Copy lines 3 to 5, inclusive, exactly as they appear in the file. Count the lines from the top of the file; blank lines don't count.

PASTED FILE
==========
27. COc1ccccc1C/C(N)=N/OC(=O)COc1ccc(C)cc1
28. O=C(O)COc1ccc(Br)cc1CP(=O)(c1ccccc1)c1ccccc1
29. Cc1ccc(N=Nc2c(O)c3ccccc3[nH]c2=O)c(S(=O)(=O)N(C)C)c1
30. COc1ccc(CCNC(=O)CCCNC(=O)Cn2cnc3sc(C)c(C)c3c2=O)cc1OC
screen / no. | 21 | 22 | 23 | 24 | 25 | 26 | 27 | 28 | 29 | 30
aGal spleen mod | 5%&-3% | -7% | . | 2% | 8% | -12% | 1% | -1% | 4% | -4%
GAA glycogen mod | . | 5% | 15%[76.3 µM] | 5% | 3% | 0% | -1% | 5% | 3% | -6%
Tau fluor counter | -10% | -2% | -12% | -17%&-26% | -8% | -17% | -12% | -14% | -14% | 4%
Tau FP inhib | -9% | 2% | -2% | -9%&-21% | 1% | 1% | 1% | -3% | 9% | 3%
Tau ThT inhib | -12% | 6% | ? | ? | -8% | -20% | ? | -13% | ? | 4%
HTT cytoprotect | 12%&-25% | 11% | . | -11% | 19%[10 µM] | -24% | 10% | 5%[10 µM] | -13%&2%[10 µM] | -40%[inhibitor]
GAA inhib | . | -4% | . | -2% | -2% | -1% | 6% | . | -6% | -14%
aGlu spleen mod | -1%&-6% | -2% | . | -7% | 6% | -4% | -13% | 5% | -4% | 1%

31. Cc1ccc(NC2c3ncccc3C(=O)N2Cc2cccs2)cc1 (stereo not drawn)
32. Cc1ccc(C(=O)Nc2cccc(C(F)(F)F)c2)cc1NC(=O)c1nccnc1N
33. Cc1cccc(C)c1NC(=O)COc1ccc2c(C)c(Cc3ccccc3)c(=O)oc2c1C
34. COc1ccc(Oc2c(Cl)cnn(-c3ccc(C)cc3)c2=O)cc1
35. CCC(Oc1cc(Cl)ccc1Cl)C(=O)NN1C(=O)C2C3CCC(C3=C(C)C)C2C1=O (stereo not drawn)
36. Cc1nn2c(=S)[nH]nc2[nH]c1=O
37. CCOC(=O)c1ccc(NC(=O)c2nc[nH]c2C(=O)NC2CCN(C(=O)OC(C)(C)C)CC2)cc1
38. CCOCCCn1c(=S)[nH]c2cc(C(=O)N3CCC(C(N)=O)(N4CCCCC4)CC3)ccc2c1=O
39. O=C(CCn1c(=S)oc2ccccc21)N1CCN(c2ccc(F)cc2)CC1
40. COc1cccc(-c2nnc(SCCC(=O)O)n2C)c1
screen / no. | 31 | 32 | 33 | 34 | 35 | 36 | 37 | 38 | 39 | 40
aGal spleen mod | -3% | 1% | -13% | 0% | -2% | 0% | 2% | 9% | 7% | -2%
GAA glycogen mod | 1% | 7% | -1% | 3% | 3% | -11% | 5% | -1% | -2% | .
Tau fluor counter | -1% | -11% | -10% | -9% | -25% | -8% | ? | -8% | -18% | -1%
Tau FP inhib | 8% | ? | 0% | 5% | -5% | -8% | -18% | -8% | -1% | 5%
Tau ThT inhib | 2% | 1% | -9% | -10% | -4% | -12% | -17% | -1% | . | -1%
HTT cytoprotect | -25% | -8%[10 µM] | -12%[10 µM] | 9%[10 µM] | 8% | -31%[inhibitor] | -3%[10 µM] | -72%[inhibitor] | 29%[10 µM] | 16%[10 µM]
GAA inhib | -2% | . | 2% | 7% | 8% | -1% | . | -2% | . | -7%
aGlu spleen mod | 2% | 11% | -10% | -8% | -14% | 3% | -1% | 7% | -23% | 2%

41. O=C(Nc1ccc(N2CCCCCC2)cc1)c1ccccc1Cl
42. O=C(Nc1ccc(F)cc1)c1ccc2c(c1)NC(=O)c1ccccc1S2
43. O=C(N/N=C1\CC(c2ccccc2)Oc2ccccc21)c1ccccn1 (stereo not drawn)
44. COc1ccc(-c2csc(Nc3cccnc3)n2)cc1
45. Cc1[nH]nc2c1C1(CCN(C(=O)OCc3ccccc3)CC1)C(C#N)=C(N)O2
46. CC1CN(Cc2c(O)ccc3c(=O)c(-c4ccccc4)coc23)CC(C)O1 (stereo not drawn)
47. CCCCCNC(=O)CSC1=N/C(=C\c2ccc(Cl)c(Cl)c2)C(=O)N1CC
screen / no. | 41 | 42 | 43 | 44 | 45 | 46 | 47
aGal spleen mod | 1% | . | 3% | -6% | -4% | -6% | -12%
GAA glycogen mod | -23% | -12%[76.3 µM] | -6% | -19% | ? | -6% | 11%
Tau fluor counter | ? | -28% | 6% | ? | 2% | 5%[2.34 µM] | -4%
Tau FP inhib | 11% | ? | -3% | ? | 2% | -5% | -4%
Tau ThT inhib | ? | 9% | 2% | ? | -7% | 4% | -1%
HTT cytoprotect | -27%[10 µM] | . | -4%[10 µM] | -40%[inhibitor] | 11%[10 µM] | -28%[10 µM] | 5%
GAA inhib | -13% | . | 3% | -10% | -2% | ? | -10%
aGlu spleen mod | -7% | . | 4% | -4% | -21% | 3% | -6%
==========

29. Cc1ccc(N=Nc2c(O)c3ccccc3[nH]c2=O)c(S(=O)(=O)N(C)C)c1
30. COc1ccc(CCNC(=O)CCCNC(=O)Cn2cnc3sc(C)c(C)c3c2=O)cc1OC
screen / no. | 21 | 22 | 23 | 24 | 25 | 26 | 27 | 28 | 29 | 30